Understanding the New Oregon Offense: Zone vs. Gap Schemes

Jeremy Mosier Analysis Leave a Comment

The past two seasons the Oregon football program has primarily used zone blocking schemes to run the football, and this blocking concept usually has the offensive line moving in unison at the point of attack. These schemes take advantage of a defense by using double teams initially, then having one of the two blockers peel off to attack a linebacker to get downhill on a defense.

Gap schemes use angles with a few lineman blocking down to move defenders inside, while other linemen pull to generate momentum to push the remaining players away from the point of attack. Gap schemes and zone schemes have different rules to determine who, where, and how the lineman will block. In this analysis we will look at how Oregon has been able to combine both concepts to keep a defense off balance.

Zone Scheme

Above is a base zone scheme that has been a staple of the Oregon offense the past two seasons. This inside zone play to Oregon’s right uses two double teams on the right side (playside) and one-on-one blocks to the backside (Oregon’s left) versus an odd front. A key difference between zone and gap schemes is how the double team is executed. Both schemes can utilize double team blocks, but the zone scheme will have one lineman peeling off to take on a linebacker based on where the linebacker attacks.

In the above clip the opposing linebacker, (No. 20) attacks to the right of the double team and is blocked by the lineman on the right side of the double team (No. 66). The running back takes a direct path to either double team and cuts away from the nearest linebacker threat. This is a head-on type of attack, with no misdirection or deception to slow the play down.

Pin and Pull

The pin and pull scheme, as in the video above, utilizes down blocks to pin defensive linemen inside and away from the play, while pulling offensive linemen kick-out defenders to create a seam for the running back. This scheme is designed to flank defenders and tear a defense apart rather than pushing them backwards as in a zone scheme. The above play is a traditional “buck-sweep” or “power-sweep” play using the pin and pull concept.

The offense is pulling both guards to kick the defensive end out and drive the linebacker out of the play. Since this is a gap scheme, no. 27 has the best angle to pin the backside linebacker. Therefore, he will peel off the double team to block the backside linebacker if he is a threat. The QB footwork is a reverse pivot where he will turn to to the left to draw the backside linebacker away from the play and end up reverse pivoting to distribute the ball.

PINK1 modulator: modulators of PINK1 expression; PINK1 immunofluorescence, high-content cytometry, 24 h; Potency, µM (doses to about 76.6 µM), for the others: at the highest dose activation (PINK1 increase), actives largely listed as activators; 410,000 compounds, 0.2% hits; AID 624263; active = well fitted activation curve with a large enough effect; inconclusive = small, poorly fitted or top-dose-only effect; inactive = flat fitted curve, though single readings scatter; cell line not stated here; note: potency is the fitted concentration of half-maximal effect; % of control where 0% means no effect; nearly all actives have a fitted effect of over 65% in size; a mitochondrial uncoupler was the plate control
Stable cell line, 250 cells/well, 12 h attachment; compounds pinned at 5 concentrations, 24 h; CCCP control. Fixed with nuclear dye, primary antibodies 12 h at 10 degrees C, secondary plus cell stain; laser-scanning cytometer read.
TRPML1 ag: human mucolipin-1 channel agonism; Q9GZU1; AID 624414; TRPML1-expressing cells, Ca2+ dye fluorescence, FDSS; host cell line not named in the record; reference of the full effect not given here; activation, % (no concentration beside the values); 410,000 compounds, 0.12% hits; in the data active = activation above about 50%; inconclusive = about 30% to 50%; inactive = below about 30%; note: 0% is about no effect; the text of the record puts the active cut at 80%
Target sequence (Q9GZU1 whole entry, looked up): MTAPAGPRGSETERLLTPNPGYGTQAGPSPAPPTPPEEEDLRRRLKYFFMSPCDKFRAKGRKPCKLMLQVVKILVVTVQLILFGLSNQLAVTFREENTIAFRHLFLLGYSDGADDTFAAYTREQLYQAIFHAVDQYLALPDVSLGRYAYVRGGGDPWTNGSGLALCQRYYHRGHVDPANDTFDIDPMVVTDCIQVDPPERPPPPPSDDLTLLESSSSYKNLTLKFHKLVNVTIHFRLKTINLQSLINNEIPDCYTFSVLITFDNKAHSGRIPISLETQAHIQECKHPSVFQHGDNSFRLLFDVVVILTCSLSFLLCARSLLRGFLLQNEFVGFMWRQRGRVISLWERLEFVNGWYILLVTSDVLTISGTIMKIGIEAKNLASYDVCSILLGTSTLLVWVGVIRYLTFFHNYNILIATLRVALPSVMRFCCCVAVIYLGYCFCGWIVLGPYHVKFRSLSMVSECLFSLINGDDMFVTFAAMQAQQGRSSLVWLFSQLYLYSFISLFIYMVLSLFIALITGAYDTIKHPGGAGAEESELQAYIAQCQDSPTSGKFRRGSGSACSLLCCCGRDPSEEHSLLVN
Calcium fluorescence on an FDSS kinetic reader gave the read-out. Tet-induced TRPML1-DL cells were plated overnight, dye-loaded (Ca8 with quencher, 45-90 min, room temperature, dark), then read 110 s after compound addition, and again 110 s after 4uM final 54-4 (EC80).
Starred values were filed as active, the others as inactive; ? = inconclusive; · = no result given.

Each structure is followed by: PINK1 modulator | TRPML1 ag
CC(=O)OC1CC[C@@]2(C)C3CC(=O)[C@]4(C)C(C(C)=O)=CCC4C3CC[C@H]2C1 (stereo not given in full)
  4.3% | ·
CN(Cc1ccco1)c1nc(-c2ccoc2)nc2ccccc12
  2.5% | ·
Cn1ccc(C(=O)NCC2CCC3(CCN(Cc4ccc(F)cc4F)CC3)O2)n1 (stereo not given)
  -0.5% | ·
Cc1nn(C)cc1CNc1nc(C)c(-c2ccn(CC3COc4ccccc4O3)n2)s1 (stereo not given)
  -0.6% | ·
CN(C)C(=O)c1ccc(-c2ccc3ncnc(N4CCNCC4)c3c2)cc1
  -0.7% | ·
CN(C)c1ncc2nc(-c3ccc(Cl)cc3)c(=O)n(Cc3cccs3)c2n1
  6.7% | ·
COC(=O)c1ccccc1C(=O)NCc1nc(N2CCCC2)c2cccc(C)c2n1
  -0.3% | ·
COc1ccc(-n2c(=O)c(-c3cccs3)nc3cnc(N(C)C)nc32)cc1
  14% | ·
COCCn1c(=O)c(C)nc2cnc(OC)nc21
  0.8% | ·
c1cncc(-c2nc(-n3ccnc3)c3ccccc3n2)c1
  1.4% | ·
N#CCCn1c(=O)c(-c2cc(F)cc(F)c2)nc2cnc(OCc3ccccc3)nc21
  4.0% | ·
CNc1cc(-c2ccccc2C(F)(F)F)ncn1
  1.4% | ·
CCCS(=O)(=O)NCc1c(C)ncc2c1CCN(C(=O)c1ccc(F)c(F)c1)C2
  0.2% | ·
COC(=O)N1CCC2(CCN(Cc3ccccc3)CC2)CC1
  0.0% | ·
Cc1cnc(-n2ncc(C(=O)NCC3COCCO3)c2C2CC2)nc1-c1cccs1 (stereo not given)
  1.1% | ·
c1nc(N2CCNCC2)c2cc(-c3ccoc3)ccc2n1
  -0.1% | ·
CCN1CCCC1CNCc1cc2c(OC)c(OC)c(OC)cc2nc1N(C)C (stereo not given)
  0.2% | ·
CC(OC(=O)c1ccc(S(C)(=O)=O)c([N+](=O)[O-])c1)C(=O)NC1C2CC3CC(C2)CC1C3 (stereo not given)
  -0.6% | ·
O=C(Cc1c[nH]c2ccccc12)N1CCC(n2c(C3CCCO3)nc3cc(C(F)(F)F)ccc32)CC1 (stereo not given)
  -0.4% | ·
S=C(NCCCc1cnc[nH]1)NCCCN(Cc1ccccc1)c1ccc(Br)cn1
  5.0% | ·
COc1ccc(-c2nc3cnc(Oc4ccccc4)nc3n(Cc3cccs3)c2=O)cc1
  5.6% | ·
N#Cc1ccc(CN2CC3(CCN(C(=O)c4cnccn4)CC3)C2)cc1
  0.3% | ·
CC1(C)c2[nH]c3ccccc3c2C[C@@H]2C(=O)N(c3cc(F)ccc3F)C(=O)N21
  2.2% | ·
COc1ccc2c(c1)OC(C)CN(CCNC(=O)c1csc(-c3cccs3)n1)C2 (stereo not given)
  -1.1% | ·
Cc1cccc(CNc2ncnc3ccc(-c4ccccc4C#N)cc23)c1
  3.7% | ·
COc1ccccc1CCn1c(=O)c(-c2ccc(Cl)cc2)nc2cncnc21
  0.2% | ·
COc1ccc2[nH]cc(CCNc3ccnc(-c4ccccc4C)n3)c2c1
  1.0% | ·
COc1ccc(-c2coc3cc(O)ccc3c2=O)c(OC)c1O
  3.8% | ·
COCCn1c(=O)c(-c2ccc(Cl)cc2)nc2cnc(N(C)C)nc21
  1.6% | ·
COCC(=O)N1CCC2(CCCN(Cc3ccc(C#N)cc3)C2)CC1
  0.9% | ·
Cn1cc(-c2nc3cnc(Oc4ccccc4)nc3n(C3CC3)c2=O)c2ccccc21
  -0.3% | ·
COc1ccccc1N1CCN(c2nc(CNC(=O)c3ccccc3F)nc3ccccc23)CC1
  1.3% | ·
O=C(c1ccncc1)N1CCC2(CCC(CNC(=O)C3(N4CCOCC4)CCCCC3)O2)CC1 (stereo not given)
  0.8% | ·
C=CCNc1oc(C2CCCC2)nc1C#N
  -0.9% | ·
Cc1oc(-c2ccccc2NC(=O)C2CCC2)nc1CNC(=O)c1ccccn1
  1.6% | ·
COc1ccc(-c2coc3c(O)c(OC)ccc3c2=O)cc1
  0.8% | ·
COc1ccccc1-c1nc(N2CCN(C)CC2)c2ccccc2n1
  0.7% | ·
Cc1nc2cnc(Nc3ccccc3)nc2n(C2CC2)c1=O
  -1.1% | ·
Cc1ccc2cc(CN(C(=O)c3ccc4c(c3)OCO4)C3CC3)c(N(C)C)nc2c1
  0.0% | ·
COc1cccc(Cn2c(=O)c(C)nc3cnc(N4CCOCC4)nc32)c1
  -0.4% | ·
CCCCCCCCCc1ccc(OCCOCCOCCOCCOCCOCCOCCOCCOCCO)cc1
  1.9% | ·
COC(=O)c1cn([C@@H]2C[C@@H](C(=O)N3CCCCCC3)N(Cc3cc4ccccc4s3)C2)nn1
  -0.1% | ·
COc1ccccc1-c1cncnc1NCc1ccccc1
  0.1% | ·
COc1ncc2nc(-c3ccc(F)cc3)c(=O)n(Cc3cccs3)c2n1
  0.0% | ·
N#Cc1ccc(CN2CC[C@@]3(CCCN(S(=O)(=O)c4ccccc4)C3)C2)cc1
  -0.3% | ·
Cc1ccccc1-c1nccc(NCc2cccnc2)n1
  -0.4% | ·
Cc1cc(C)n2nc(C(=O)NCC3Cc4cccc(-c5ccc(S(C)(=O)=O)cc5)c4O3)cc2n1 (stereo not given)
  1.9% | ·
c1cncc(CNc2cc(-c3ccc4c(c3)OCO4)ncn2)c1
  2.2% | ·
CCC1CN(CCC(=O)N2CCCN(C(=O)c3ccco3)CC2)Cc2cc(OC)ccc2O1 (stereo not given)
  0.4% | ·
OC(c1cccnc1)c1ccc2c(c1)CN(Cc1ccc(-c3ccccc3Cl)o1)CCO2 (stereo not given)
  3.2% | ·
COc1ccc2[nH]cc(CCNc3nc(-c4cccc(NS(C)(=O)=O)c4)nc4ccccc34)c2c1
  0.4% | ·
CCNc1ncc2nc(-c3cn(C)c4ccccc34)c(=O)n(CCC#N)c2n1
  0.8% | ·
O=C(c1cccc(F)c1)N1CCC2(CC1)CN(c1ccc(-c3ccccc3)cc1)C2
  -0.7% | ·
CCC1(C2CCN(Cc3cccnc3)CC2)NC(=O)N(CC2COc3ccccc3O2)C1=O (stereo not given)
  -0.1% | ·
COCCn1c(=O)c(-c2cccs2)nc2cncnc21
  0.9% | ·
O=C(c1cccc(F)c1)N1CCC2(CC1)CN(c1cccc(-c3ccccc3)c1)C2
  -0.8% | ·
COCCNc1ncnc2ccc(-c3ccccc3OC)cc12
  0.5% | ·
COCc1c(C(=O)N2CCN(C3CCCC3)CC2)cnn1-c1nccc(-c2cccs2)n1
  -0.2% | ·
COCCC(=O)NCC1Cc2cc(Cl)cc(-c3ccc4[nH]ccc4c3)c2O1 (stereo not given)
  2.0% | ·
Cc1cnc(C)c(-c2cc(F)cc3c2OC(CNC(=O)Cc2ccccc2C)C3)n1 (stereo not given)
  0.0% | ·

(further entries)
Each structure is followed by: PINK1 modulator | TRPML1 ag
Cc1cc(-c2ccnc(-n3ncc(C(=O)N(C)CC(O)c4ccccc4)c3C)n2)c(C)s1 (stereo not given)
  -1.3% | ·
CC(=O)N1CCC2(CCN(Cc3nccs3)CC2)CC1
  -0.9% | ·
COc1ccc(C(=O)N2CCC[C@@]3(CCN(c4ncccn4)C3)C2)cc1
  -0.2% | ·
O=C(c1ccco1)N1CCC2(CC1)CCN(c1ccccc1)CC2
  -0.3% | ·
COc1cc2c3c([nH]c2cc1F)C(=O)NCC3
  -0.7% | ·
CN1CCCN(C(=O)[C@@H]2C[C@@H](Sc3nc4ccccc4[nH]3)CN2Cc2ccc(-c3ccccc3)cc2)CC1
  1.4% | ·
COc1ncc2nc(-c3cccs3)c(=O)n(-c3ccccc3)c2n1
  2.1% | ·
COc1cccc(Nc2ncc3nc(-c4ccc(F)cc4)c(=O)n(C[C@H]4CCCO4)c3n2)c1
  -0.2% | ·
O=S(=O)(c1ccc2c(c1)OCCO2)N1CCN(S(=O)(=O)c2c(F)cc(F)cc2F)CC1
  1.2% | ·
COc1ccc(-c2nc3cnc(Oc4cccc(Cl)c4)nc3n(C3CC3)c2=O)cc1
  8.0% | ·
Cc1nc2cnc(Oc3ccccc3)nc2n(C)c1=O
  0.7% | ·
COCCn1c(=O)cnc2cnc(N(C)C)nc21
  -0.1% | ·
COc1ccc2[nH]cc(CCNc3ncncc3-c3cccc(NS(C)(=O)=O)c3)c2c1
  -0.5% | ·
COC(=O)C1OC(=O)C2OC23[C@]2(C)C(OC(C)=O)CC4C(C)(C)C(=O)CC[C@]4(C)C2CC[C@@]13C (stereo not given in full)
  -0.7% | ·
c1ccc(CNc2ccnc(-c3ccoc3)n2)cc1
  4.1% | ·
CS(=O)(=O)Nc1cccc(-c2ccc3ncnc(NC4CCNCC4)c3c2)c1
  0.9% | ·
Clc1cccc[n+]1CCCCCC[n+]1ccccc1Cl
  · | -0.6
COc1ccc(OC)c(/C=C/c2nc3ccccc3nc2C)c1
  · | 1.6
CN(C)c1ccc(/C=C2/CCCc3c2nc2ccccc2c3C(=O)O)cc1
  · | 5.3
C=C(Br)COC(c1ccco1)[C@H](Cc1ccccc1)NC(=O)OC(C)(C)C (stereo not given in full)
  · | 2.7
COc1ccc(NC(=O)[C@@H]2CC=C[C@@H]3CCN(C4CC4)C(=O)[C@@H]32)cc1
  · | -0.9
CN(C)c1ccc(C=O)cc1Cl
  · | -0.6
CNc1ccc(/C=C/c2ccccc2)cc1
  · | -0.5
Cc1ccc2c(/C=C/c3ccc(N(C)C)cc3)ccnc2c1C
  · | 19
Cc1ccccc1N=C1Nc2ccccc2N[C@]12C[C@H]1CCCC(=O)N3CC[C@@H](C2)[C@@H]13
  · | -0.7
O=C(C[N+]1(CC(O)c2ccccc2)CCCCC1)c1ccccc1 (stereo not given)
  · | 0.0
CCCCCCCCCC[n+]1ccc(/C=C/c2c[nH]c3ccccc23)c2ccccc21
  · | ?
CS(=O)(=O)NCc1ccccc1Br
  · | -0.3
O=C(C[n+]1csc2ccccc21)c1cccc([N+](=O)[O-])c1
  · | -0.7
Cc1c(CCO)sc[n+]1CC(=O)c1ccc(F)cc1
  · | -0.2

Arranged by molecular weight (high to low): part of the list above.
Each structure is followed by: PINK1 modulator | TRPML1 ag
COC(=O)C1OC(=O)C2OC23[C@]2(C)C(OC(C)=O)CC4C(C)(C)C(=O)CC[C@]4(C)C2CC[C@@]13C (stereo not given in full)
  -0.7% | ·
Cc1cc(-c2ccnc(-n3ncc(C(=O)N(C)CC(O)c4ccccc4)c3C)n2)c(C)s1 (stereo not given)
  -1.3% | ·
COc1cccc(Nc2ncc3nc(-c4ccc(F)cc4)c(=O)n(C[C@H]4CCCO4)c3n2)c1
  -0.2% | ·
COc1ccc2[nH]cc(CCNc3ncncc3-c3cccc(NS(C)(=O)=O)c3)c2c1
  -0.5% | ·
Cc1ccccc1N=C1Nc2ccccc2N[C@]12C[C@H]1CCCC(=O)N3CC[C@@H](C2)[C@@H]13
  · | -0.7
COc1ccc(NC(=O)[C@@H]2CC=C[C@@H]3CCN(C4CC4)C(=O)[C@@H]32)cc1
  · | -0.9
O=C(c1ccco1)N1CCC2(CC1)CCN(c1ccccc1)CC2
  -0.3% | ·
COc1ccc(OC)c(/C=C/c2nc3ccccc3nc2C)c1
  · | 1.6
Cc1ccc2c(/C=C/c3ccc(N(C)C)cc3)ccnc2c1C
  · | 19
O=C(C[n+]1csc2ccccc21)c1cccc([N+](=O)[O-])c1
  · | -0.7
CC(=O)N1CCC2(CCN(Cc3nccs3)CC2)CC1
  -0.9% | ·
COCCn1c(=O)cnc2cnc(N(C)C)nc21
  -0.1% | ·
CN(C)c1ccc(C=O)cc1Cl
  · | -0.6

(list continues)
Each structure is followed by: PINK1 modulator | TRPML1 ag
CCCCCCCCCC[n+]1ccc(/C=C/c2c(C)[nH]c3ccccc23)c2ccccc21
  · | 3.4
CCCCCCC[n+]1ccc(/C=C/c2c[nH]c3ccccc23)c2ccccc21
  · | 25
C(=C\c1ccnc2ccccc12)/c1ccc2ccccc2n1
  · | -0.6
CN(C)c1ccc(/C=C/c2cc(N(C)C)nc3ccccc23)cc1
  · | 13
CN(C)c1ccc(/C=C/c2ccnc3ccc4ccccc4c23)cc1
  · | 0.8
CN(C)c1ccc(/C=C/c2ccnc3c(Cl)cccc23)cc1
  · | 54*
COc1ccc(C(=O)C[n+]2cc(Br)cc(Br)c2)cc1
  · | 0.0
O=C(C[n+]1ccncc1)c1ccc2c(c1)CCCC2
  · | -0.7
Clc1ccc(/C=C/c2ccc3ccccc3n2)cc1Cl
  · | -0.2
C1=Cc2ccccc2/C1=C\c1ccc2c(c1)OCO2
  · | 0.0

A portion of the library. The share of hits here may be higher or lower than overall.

This freezes the opposing linebacker, no. 31, into thinking this is a running play to Oregon’s left, and he ends up stuck behind the double team (and Penei Sewell) after he realizes the play is in the opposite direction.

Sequencing Zone and Gap Schemes

A well-designed offense will sequence both blocking schemes together. The video above shows both schemes simultaneously against the same odd-front defense. Once the QB receives the snap, many of the initial first steps of the offense look the same, creating a problem for the defense in that they are not able to know immediately whether this is an inside zone play or an off-tackle gap scheme.

Tom Corno

It is easy for CJ Verdell to cut off of Penei Sewell’s block down, (No. 58) although it is not so easy on the big Utah 333 lb. defensive lineman!

The objective of both the zone and gap concepts is to induce defenders to catch the blockers instead of taking them on more aggressively as they would if they were certain where the ball was going. Both blocking concepts have proven success in their own right, but it’s the combination of both schemes that has worked well for Oregon the past two seasons.

Look for a young offensive line and new offensive coordinator to establish a zone or gap scheme identity in 2020 and to mix the two concepts to induce indecision on the part of defenses. Understanding how both schemes work will help you as a fan better understand the Oregon offense as we cheer for Our Beloved Ducks!

Coach Jeremy Mosier
Geneseo, Illinois
Top Photo by Kevin Cline

Phil Anderson, the FishDuck.com Volunteer editor for this article, is a trial lawyer in Bend Oregon.

 

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